“I've been fortunate to be surrounded by a group of wonderful people, dedicated, committed to the mission, hard working. This is not an easy job,” he said. “And I've been equally as fortunate to be surrounded by a wonderful group of department heads, who are always willing to lend a hand where they can, just by a simple ask.”

He reflected on the nonprofits, businesses and individuals that have made donations to the department, including the funding to acquire the department’s K-9, Tate.

“We're very, very fortunate here that we're surrounded by good groups and individuals,” he said.

Although Wright will have to step down from the Connecticut Police Chiefs Association — currently he’s a member of the organization’s board of directors — he hopes to remain a member of the statewide Police Accountability and Transparency Task Force.

“There's been a lot of work done there to bring greater accountability and transparency to law enforcement,” he said.

 “There are a small number of chiefs, there are community members, there are state agency members. It's a good group, there's a lot of good work that's going on there.”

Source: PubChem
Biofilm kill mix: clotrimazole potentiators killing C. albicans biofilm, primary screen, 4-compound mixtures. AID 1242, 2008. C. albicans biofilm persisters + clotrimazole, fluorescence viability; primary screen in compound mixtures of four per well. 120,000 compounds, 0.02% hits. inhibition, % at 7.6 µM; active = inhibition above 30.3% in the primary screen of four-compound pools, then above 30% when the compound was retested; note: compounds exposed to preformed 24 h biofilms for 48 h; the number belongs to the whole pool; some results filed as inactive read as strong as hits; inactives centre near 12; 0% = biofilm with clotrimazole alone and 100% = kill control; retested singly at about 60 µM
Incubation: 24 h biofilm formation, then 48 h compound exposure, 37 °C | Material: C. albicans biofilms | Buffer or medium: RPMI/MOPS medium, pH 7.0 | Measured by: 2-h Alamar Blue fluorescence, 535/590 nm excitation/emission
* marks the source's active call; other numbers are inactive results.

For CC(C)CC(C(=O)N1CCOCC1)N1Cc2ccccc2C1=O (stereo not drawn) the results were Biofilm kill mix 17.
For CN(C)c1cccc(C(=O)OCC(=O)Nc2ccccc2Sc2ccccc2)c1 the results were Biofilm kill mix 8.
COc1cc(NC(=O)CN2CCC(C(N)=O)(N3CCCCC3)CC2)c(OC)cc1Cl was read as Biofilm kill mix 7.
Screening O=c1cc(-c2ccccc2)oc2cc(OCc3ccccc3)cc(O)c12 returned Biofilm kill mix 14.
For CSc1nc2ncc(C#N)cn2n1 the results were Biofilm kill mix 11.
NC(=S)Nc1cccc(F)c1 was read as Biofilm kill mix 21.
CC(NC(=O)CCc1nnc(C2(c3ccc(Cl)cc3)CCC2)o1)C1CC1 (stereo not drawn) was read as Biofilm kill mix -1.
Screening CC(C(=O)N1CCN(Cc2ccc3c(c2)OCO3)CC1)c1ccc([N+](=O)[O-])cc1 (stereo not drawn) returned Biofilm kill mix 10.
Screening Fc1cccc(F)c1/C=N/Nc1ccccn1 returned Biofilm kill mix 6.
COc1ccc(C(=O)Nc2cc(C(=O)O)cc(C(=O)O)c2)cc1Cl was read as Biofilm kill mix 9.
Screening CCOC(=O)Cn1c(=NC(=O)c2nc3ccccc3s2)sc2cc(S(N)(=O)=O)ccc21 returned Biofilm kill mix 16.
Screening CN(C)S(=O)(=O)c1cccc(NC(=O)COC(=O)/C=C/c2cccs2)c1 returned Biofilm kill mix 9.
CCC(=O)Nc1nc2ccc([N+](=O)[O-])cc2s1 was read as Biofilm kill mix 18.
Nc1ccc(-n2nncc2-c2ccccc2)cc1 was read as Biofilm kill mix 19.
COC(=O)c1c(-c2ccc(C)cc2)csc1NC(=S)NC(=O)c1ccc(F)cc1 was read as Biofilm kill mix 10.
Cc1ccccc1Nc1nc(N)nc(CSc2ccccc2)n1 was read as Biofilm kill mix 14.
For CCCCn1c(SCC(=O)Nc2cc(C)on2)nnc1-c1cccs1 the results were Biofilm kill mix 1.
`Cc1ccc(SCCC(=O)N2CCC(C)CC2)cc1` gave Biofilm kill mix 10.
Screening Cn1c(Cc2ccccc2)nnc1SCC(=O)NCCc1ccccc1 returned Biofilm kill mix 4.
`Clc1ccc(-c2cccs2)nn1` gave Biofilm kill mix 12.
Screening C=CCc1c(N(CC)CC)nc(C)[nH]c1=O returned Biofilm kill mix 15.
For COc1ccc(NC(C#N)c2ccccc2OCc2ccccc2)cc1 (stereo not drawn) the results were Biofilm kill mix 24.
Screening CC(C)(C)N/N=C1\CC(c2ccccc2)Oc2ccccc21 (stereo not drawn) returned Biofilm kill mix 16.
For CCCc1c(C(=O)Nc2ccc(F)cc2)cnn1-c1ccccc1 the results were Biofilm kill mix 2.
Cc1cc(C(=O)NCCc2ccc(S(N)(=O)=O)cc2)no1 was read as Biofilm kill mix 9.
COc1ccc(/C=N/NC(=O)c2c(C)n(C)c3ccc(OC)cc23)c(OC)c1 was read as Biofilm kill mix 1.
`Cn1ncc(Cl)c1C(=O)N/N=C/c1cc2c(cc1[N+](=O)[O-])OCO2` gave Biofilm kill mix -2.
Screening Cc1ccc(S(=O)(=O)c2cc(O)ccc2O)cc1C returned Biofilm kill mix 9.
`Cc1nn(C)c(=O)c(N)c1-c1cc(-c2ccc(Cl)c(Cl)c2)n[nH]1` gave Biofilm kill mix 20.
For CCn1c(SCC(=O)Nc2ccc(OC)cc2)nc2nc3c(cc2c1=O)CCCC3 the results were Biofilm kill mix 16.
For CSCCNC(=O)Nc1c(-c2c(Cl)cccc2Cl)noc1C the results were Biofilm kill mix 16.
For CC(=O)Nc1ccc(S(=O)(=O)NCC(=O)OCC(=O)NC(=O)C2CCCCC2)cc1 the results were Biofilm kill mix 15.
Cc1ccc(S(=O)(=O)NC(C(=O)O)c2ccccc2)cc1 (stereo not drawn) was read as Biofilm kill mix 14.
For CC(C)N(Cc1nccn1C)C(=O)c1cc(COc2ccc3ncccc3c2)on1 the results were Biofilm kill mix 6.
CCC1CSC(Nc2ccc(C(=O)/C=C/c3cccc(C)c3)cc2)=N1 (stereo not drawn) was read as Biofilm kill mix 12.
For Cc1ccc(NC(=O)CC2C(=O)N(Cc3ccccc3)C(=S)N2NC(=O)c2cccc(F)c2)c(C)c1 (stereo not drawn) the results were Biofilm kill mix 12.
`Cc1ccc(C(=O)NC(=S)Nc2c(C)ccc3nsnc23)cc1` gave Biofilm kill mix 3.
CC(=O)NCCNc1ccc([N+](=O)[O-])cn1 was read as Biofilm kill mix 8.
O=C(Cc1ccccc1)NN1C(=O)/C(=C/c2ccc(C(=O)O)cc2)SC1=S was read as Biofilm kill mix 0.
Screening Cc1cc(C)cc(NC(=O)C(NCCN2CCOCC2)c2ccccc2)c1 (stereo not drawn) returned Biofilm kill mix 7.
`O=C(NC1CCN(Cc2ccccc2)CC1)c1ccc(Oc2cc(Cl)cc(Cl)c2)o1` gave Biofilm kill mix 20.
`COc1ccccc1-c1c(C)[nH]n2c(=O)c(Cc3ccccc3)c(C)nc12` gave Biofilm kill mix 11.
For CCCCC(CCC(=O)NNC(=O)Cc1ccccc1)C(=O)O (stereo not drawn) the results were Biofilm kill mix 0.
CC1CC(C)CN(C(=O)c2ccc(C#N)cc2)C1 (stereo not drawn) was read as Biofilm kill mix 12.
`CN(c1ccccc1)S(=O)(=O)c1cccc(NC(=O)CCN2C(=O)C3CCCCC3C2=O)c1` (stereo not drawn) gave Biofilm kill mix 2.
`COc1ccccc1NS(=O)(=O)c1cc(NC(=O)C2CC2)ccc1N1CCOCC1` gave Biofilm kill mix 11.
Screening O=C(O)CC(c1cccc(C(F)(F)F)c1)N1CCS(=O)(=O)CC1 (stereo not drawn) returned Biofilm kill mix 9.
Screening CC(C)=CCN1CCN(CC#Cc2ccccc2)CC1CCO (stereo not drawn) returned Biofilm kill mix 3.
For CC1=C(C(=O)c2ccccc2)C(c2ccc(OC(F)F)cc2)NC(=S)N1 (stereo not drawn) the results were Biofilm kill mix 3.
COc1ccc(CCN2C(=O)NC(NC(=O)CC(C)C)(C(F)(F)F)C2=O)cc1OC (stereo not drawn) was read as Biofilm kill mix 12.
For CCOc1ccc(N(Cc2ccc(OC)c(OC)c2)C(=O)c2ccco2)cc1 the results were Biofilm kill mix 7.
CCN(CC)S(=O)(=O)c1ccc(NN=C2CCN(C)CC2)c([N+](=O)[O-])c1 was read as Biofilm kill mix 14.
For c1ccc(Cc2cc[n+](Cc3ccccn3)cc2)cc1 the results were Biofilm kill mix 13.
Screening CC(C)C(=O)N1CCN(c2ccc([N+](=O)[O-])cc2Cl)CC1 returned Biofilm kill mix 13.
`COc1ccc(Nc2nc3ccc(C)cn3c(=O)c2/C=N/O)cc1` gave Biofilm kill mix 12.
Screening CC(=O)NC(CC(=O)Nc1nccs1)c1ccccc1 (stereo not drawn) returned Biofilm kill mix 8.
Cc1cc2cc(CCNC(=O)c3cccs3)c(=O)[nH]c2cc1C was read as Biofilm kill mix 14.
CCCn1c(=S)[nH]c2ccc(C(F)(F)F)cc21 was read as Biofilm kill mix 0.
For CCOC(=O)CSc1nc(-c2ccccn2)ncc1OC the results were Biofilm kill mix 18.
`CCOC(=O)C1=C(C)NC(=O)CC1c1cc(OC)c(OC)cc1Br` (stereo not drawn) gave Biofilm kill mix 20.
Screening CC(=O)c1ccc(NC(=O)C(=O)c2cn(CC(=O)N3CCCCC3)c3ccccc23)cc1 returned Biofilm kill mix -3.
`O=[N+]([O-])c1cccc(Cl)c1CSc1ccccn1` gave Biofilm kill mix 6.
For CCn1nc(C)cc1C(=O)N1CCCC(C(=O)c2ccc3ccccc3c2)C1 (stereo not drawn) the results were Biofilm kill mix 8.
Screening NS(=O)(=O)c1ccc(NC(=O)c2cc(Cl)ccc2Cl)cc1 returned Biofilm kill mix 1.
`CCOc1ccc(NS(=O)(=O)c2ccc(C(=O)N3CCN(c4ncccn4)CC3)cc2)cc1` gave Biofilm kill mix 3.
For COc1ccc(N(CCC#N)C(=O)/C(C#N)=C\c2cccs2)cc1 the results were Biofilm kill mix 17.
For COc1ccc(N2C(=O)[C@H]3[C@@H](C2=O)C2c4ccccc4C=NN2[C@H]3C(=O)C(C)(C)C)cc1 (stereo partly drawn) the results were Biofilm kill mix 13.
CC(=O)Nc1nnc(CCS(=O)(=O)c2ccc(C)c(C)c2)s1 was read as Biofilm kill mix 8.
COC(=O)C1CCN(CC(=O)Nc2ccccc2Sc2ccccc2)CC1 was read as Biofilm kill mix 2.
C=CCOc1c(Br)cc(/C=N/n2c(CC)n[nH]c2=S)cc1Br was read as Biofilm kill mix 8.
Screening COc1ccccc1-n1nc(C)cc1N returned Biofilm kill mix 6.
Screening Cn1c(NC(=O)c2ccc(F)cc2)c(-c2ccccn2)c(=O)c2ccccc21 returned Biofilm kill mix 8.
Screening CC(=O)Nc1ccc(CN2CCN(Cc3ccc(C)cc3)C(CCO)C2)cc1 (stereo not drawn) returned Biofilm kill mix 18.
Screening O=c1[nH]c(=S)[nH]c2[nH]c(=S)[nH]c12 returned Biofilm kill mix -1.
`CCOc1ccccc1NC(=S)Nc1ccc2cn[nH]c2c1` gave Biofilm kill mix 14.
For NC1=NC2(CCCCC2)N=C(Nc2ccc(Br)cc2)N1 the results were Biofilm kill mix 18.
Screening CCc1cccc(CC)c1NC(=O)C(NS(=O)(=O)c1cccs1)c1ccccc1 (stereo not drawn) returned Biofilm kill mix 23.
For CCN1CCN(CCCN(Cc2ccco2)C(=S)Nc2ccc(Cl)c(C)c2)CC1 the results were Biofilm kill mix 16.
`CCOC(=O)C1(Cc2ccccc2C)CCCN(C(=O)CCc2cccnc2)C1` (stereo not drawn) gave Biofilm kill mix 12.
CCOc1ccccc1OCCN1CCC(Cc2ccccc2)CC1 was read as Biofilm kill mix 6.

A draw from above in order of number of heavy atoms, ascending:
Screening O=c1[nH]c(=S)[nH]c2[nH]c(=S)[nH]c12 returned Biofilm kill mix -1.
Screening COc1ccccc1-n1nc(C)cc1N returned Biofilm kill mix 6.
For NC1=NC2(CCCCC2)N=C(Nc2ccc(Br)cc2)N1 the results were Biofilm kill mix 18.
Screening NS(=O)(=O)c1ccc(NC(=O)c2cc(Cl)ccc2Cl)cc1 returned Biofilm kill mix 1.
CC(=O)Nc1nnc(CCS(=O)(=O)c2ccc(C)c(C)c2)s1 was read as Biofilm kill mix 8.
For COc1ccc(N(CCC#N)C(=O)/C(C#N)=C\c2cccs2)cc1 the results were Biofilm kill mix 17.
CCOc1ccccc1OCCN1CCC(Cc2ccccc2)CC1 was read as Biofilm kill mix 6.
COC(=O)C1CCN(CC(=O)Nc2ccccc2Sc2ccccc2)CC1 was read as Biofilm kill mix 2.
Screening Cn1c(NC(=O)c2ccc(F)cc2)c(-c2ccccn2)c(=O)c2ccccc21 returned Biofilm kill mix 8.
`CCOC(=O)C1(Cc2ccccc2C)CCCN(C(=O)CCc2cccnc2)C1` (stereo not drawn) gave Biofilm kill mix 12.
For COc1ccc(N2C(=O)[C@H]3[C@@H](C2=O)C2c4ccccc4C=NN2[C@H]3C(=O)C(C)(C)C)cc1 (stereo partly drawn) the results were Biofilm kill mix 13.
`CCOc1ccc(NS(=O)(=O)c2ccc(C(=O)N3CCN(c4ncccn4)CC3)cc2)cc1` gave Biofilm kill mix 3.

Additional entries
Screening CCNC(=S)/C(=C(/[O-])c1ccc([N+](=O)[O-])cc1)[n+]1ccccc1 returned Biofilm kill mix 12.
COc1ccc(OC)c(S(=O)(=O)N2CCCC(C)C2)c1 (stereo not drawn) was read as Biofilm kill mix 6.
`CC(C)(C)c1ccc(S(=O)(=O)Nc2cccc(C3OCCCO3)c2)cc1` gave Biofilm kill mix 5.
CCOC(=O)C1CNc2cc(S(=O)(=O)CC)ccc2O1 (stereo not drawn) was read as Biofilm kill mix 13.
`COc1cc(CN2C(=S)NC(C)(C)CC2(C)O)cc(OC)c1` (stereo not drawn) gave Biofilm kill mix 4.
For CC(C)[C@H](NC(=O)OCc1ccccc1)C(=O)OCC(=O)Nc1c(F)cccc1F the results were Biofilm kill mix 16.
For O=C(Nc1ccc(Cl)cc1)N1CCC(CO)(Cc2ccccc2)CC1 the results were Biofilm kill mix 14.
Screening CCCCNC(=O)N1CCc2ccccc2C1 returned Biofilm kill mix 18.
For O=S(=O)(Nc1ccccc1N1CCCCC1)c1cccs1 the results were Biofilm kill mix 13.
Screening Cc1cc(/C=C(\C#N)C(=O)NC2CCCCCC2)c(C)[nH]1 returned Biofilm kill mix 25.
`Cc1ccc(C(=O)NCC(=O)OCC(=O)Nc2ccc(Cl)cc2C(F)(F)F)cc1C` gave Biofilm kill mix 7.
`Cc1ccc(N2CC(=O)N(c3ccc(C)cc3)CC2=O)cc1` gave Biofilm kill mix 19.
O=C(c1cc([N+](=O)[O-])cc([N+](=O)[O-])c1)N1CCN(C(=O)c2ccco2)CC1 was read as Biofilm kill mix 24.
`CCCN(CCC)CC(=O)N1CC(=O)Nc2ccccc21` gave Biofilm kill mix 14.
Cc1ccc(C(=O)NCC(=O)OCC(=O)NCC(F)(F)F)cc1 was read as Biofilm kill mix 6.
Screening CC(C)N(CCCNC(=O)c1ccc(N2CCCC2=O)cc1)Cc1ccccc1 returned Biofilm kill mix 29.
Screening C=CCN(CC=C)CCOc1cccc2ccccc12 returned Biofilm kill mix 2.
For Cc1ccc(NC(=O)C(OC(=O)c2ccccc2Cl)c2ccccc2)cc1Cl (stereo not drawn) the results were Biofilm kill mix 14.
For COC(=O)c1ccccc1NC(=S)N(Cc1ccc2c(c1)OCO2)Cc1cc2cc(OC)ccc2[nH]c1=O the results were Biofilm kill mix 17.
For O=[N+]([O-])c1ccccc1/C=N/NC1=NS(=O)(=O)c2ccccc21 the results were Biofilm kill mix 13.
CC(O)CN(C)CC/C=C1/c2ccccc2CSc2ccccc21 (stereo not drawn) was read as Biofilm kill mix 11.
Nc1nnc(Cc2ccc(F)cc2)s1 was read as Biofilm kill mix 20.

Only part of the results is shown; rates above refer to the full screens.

Search for new chief

Mayor William W. Dickinson Jr. said Tuesday that Wright has been an excellent leader and protector of the Wallingford community, “a very straightforward, intelligent, capable person.”

“I really feel he's one of those rare individuals who takes his work very seriously,” he said, “but has an understanding and a compassion, with regard to all citizens … Certainly I am, and I'm sure many are, very sorry to have him retire, but he leaves a great history of good judgment, captaincy of the police department, and a great example for all of the members of the police department.”

The search for a new police chief has not started, but will be open to both internal and external candidates, Dickinson said. 

Wright’s retirement is another recent departure of a long-time police department employee. Lt. Cheryl Bradley, who retired in January after 23 years, and Capt. Richard Homestead, who retired in March after 24 years, both took positions at Connecticut state universities with campus police.

The town’s fire chief, Richard Heidgerd, also announced his retirement last week.

Wright said Tuesday that he “wouldn't trade a minute” of his career in Wallingford “for anything.”

“It's a community that expects a lot from its police department,” he said. “I’m grateful for having the opportunity to work here for 25 years. I can't believe how fast it's gone by.”

LTakores@record-journal.com 203-317-2212 Twitter: @LCTakores


Police Chief William Wright at his desk, March 2018.
"I really feel he's one of those rare individuals who takes his work very seriously, but has an understanding and a compassion, with regard to all citizens."

-Mayor William W. Dickinson Jr.
Advertisement
 
With local school, politics and coronavirus news being more important now than ever, please help our newsroom deliver the coverage you deserve. Please support Local news.

More From This Section

Advertisement